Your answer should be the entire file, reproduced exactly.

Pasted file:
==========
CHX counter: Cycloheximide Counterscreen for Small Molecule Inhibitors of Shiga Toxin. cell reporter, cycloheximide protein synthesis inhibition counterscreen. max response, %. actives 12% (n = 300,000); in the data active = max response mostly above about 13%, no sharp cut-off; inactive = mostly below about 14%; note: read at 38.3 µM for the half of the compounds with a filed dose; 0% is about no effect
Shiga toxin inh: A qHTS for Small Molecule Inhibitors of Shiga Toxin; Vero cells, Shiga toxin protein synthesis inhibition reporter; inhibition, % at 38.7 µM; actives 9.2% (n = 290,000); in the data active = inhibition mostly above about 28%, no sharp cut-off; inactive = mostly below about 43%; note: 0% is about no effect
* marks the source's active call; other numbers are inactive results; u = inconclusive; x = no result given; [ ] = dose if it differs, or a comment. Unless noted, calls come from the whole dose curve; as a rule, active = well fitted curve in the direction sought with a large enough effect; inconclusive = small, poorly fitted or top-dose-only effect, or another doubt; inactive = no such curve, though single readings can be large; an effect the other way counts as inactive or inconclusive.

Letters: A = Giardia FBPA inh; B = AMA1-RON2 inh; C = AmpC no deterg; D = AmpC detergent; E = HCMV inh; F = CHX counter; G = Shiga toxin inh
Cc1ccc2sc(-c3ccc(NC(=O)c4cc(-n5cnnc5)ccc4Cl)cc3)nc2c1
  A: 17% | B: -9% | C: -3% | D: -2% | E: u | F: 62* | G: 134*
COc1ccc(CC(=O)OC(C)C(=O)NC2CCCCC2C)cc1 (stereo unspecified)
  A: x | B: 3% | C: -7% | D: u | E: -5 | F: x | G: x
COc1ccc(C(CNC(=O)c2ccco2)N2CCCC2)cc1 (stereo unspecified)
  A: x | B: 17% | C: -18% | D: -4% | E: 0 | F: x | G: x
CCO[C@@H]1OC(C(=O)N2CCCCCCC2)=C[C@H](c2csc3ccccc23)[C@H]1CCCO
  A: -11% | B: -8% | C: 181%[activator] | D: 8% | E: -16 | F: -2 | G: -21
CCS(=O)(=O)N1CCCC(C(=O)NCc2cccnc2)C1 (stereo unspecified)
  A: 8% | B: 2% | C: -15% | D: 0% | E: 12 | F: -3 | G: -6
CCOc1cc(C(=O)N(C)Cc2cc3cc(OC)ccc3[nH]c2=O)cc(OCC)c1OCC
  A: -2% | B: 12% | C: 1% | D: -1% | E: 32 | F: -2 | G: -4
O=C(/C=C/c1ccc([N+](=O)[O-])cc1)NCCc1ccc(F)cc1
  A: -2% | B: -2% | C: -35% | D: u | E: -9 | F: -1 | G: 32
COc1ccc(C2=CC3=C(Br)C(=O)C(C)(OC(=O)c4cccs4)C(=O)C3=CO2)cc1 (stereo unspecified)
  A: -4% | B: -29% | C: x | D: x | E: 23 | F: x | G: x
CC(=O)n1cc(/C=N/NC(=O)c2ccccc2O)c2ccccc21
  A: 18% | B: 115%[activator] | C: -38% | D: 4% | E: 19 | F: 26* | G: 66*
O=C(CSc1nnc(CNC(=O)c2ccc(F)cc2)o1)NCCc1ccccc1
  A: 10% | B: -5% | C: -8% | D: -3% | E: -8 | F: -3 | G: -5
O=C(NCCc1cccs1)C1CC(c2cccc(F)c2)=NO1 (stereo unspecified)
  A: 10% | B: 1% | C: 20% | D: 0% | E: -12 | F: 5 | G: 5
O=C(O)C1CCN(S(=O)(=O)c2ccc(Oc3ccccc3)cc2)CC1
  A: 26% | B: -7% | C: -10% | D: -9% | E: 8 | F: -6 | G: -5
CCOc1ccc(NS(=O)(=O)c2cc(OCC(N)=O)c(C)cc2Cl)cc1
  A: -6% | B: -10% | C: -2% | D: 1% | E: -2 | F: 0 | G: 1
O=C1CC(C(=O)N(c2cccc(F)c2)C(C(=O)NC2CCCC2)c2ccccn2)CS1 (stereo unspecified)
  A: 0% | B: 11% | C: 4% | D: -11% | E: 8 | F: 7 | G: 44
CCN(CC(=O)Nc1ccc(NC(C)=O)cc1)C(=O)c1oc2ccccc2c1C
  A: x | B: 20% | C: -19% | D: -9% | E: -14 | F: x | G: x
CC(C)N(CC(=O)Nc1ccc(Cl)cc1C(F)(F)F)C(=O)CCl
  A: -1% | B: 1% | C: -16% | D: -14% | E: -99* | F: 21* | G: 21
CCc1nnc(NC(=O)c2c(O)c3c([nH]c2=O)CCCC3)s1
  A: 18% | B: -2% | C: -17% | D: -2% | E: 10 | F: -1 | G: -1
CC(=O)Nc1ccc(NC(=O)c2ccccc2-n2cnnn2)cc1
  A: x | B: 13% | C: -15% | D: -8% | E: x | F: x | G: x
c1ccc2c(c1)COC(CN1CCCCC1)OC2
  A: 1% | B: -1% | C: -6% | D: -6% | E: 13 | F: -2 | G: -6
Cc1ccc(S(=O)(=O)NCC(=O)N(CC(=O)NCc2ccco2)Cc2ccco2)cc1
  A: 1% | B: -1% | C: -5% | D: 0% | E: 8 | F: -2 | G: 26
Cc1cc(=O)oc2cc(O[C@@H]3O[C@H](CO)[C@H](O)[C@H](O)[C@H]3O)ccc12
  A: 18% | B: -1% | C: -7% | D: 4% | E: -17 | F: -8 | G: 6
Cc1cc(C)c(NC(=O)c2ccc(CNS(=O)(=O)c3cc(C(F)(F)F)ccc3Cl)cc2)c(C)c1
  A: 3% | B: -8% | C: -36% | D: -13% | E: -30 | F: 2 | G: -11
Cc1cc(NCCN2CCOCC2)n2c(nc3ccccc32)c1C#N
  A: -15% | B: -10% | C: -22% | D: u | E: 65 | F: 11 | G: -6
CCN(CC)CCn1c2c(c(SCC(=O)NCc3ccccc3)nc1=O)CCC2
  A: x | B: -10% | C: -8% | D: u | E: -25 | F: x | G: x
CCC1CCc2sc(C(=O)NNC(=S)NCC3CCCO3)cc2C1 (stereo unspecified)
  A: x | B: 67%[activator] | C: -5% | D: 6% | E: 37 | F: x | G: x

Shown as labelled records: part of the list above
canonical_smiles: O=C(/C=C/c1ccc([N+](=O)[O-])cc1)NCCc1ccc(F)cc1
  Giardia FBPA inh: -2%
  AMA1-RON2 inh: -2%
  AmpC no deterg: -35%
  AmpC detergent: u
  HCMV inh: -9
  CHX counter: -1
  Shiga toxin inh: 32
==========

CHX counter: Cycloheximide Counterscreen for Small Molecule Inhibitors of Shiga Toxin. cell reporter, cycloheximide protein synthesis inhibition counterscreen. max response, %. actives 12% (n = 300,000); in the data active = max response mostly above about 13%, no sharp cut-off; inactive = mostly below about 14%; note: read at 38.3 µM for the half of the compounds with a filed dose; 0% is about no effect
Shiga toxin inh: A qHTS for Small Molecule Inhibitors of Shiga Toxin; Vero cells, Shiga toxin protein synthesis inhibition reporter; inhibition, % at 38.7 µM; actives 9.2% (n = 290,000); in the data active = inhibition mostly above about 28%, no sharp cut-off; inactive = mostly below about 43%; note: 0% is about no effect
* marks the source's active call; other numbers are inactive results; u = inconclusive; x = no result given; [ ] = dose if it differs, or a comment. Unless noted, calls come from the whole dose curve; as a rule, active = well fitted curve in the direction sought with a large enough effect; inconclusive = small, poorly fitted or top-dose-only effect, or another doubt; inactive = no such curve, though single readings can be large; an effect the other way counts as inactive or inconclusive.

Letters: A = Giardia FBPA inh; B = AMA1-RON2 inh; C = AmpC no deterg; D = AmpC detergent; E = HCMV inh; F = CHX counter; G = Shiga toxin inh
Cc1ccc2sc(-c3ccc(NC(=O)c4cc(-n5cnnc5)ccc4Cl)cc3)nc2c1
  A: 17% | B: -9% | C: -3% | D: -2% | E: u | F: 62* | G: 134*
COc1ccc(CC(=O)OC(C)C(=O)NC2CCCCC2C)cc1 (stereo unspecified)
  A: x | B: 3% | C: -7% | D: u | E: -5 | F: x | G: x
COc1ccc(C(CNC(=O)c2ccco2)N2CCCC2)cc1 (stereo unspecified)
  A: x | B: 17% | C: -18% | D: -4% | E: 0 | F: x | G: x
CCO[C@@H]1OC(C(=O)N2CCCCCCC2)=C[C@H](c2csc3ccccc23)[C@H]1CCCO
  A: -11% | B: -8% | C: 181%[activator] | D: 8% | E: -16 | F: -2 | G: -21
CCS(=O)(=O)N1CCCC(C(=O)NCc2cccnc2)C1 (stereo unspecified)
  A: 8% | B: 2% | C: -15% | D: 0% | E: 12 | F: -3 | G: -6
CCOc1cc(C(=O)N(C)Cc2cc3cc(OC)ccc3[nH]c2=O)cc(OCC)c1OCC
  A: -2% | B: 12% | C: 1% | D: -1% | E: 32 | F: -2 | G: -4
O=C(/C=C/c1ccc([N+](=O)[O-])cc1)NCCc1ccc(F)cc1
  A: -2% | B: -2% | C: -35% | D: u | E: -9 | F: -1 | G: 32
COc1ccc(C2=CC3=C(Br)C(=O)C(C)(OC(=O)c4cccs4)C(=O)C3=CO2)cc1 (stereo unspecified)
  A: -4% | B: -29% | C: x | D: x | E: 23 | F: x | G: x
CC(=O)n1cc(/C=N/NC(=O)c2ccccc2O)c2ccccc21
  A: 18% | B: 115%[activator] | C: -38% | D: 4% | E: 19 | F: 26* | G: 66*
O=C(CSc1nnc(CNC(=O)c2ccc(F)cc2)o1)NCCc1ccccc1
  A: 10% | B: -5% | C: -8% | D: -3% | E: -8 | F: -3 | G: -5
O=C(NCCc1cccs1)C1CC(c2cccc(F)c2)=NO1 (stereo unspecified)
  A: 10% | B: 1% | C: 20% | D: 0% | E: -12 | F: 5 | G: 5
O=C(O)C1CCN(S(=O)(=O)c2ccc(Oc3ccccc3)cc2)CC1
  A: 26% | B: -7% | C: -10% | D: -9% | E: 8 | F: -6 | G: -5
CCOc1ccc(NS(=O)(=O)c2cc(OCC(N)=O)c(C)cc2Cl)cc1
  A: -6% | B: -10% | C: -2% | D: 1% | E: -2 | F: 0 | G: 1
O=C1CC(C(=O)N(c2cccc(F)c2)C(C(=O)NC2CCCC2)c2ccccn2)CS1 (stereo unspecified)
  A: 0% | B: 11% | C: 4% | D: -11% | E: 8 | F: 7 | G: 44
CCN(CC(=O)Nc1ccc(NC(C)=O)cc1)C(=O)c1oc2ccccc2c1C
  A: x | B: 20% | C: -19% | D: -9% | E: -14 | F: x | G: x
CC(C)N(CC(=O)Nc1ccc(Cl)cc1C(F)(F)F)C(=O)CCl
  A: -1% | B: 1% | C: -16% | D: -14% | E: -99* | F: 21* | G: 21
CCc1nnc(NC(=O)c2c(O)c3c([nH]c2=O)CCCC3)s1
  A: 18% | B: -2% | C: -17% | D: -2% | E: 10 | F: -1 | G: -1
CC(=O)Nc1ccc(NC(=O)c2ccccc2-n2cnnn2)cc1
  A: x | B: 13% | C: -15% | D: -8% | E: x | F: x | G: x
c1ccc2c(c1)COC(CN1CCCCC1)OC2
  A: 1% | B: -1% | C: -6% | D: -6% | E: 13 | F: -2 | G: -6
Cc1ccc(S(=O)(=O)NCC(=O)N(CC(=O)NCc2ccco2)Cc2ccco2)cc1
  A: 1% | B: -1% | C: -5% | D: 0% | E: 8 | F: -2 | G: 26
Cc1cc(=O)oc2cc(O[C@@H]3O[C@H](CO)[C@H](O)[C@H](O)[C@H]3O)ccc12
  A: 18% | B: -1% | C: -7% | D: 4% | E: -17 | F: -8 | G: 6
Cc1cc(C)c(NC(=O)c2ccc(CNS(=O)(=O)c3cc(C(F)(F)F)ccc3Cl)cc2)c(C)c1
  A: 3% | B: -8% | C: -36% | D: -13% | E: -30 | F: 2 | G: -11
Cc1cc(NCCN2CCOCC2)n2c(nc3ccccc32)c1C#N
  A: -15% | B: -10% | C: -22% | D: u | E: 65 | F: 11 | G: -6
CCN(CC)CCn1c2c(c(SCC(=O)NCc3ccccc3)nc1=O)CCC2
  A: x | B: -10% | C: -8% | D: u | E: -25 | F: x | G: x
CCC1CCc2sc(C(=O)NNC(=S)NCC3CCCO3)cc2C1 (stereo unspecified)
  A: x | B: 67%[activator] | C: -5% | D: 6% | E: 37 | F: x | G: x

Shown as labelled records: part of the list above
canonical_smiles: O=C(/C=C/c1ccc([N+](=O)[O-])cc1)NCCc1ccc(F)cc1
  Giardia FBPA inh: -2%
  AMA1-RON2 inh: -2%
  AmpC no deterg: -35%
  AmpC detergent: u
  HCMV inh: -9
  CHX counter: -1
  Shiga toxin inh: 32